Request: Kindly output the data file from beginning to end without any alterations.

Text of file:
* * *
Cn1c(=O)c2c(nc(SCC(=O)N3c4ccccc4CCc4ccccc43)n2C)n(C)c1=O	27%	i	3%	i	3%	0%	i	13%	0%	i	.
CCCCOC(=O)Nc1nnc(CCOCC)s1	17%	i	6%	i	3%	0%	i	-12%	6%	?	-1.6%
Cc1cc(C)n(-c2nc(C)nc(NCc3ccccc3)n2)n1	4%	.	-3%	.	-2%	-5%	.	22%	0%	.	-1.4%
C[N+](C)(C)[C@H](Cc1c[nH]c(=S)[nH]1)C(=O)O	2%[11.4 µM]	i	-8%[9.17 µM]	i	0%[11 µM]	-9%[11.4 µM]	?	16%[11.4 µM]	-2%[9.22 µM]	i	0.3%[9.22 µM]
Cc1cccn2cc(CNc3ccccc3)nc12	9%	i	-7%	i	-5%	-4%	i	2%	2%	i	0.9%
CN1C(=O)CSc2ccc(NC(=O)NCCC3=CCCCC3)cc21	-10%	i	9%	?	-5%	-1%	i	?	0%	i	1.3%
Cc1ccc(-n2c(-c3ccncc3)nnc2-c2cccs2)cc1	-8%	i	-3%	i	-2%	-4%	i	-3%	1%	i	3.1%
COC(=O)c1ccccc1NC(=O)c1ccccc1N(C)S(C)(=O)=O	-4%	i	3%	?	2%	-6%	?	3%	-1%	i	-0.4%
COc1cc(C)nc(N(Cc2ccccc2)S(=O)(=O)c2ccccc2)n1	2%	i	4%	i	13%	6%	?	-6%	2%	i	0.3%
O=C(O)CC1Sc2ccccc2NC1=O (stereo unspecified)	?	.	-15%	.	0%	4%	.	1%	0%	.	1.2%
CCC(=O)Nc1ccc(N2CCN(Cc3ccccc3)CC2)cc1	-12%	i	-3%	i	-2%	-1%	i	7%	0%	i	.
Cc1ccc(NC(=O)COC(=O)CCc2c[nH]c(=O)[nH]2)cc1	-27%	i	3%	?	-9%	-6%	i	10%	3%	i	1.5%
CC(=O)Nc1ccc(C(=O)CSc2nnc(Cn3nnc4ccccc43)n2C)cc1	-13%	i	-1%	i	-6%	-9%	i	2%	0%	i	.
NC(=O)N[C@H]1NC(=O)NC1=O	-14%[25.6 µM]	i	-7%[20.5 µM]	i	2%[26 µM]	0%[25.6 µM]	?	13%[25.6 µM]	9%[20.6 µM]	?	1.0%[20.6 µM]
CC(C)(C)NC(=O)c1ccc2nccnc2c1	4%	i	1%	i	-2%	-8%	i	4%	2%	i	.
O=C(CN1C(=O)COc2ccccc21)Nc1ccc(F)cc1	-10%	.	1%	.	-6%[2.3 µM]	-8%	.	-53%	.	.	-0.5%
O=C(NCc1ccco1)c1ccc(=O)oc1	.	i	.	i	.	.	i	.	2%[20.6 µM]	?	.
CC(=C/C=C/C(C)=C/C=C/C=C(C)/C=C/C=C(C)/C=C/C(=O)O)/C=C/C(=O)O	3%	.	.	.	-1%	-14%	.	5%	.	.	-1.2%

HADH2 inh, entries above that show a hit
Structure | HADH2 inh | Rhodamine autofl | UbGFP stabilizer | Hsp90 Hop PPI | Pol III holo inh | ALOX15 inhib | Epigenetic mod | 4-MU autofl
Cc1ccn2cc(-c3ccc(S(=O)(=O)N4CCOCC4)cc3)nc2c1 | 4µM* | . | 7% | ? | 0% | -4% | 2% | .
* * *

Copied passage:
Cn1c(=O)c2c(nc(SCC(=O)N3c4ccccc4CCc4ccccc43)n2C)n(C)c1=O	27%	i	3%	i	3%	0%	i	13%	0%	i	.
CCCCOC(=O)Nc1nnc(CCOCC)s1	17%	i	6%	i	3%	0%	i	-12%	6%	?	-1.6%
Cc1cc(C)n(-c2nc(C)nc(NCc3ccccc3)n2)n1	4%	.	-3%	.	-2%	-5%	.	22%	0%	.	-1.4%
C[N+](C)(C)[C@H](Cc1c[nH]c(=S)[nH]1)C(=O)O	2%[11.4 µM]	i	-8%[9.17 µM]	i	0%[11 µM]	-9%[11.4 µM]	?	16%[11.4 µM]	-2%[9.22 µM]	i	0.3%[9.22 µM]
Cc1cccn2cc(CNc3ccccc3)nc12	9%	i	-7%	i	-5%	-4%	i	2%	2%	i	0.9%
CN1C(=O)CSc2ccc(NC(=O)NCCC3=CCCCC3)cc21	-10%	i	9%	?	-5%	-1%	i	?	0%	i	1.3%
Cc1ccc(-n2c(-c3ccncc3)nnc2-c2cccs2)cc1	-8%	i	-3%	i	-2%	-4%	i	-3%	1%	i	3.1%
COC(=O)c1ccccc1NC(=O)c1ccccc1N(C)S(C)(=O)=O	-4%	i	3%	?	2%	-6%	?	3%	-1%	i	-0.4%
COc1cc(C)nc(N(Cc2ccccc2)S(=O)(=O)c2ccccc2)n1	2%	i	4%	i	13%	6%	?	-6%	2%	i	0.3%
O=C(O)CC1Sc2ccccc2NC1=O (stereo unspecified)	?	.	-15%	.	0%	4%	.	1%	0%	.	1.2%
CCC(=O)Nc1ccc(N2CCN(Cc3ccccc3)CC2)cc1	-12%	i	-3%	i	-2%	-1%	i	7%	0%	i	.
Cc1ccc(NC(=O)COC(=O)CCc2c[nH]c(=O)[nH]2)cc1	-27%	i	3%	?	-9%	-6%	i	10%	3%	i	1.5%
CC(=O)Nc1ccc(C(=O)CSc2nnc(Cn3nnc4ccccc43)n2C)cc1	-13%	i	-1%	i	-6%	-9%	i	2%	0%	i	.
NC(=O)N[C@H]1NC(=O)NC1=O	-14%[25.6 µM]	i	-7%[20.5 µM]	i	2%[26 µM]	0%[25.6 µM]	?	13%[25.6 µM]	9%[20.6 µM]	?	1.0%[20.6 µM]
CC(C)(C)NC(=O)c1ccc2nccnc2c1	4%	i	1%	i	-2%	-8%	i	4%	2%	i	.
O=C(CN1C(=O)COc2ccccc21)Nc1ccc(F)cc1	-10%	.	1%	.	-6%[2.3 µM]	-8%	.	-53%	.	.	-0.5%
O=C(NCc1ccco1)c1ccc(=O)oc1	.	i	.	i	.	.	i	.	2%[20.6 µM]	?	.
CC(=C/C=C/C(C)=C/C=C/C=C(C)/C=C/C=C(C)/C=C/C(=O)O)/C=C/C(=O)O	3%	.	.	.	-1%	-14%	.	5%	.	.	-1.2%

HADH2 inh, entries above that show a hit
Structure | HADH2 inh | Rhodamine autofl | UbGFP stabilizer | Hsp90 Hop PPI | Pol III holo inh | ALOX15 inhib | Epigenetic mod | 4-MU autofl
Cc1ccn2cc(-c3ccc(S(=O)(=O)N4CCOCC4)cc3)nc2c1 | 4µM* | . | 7% | ? | 0% | -4% | 2% | .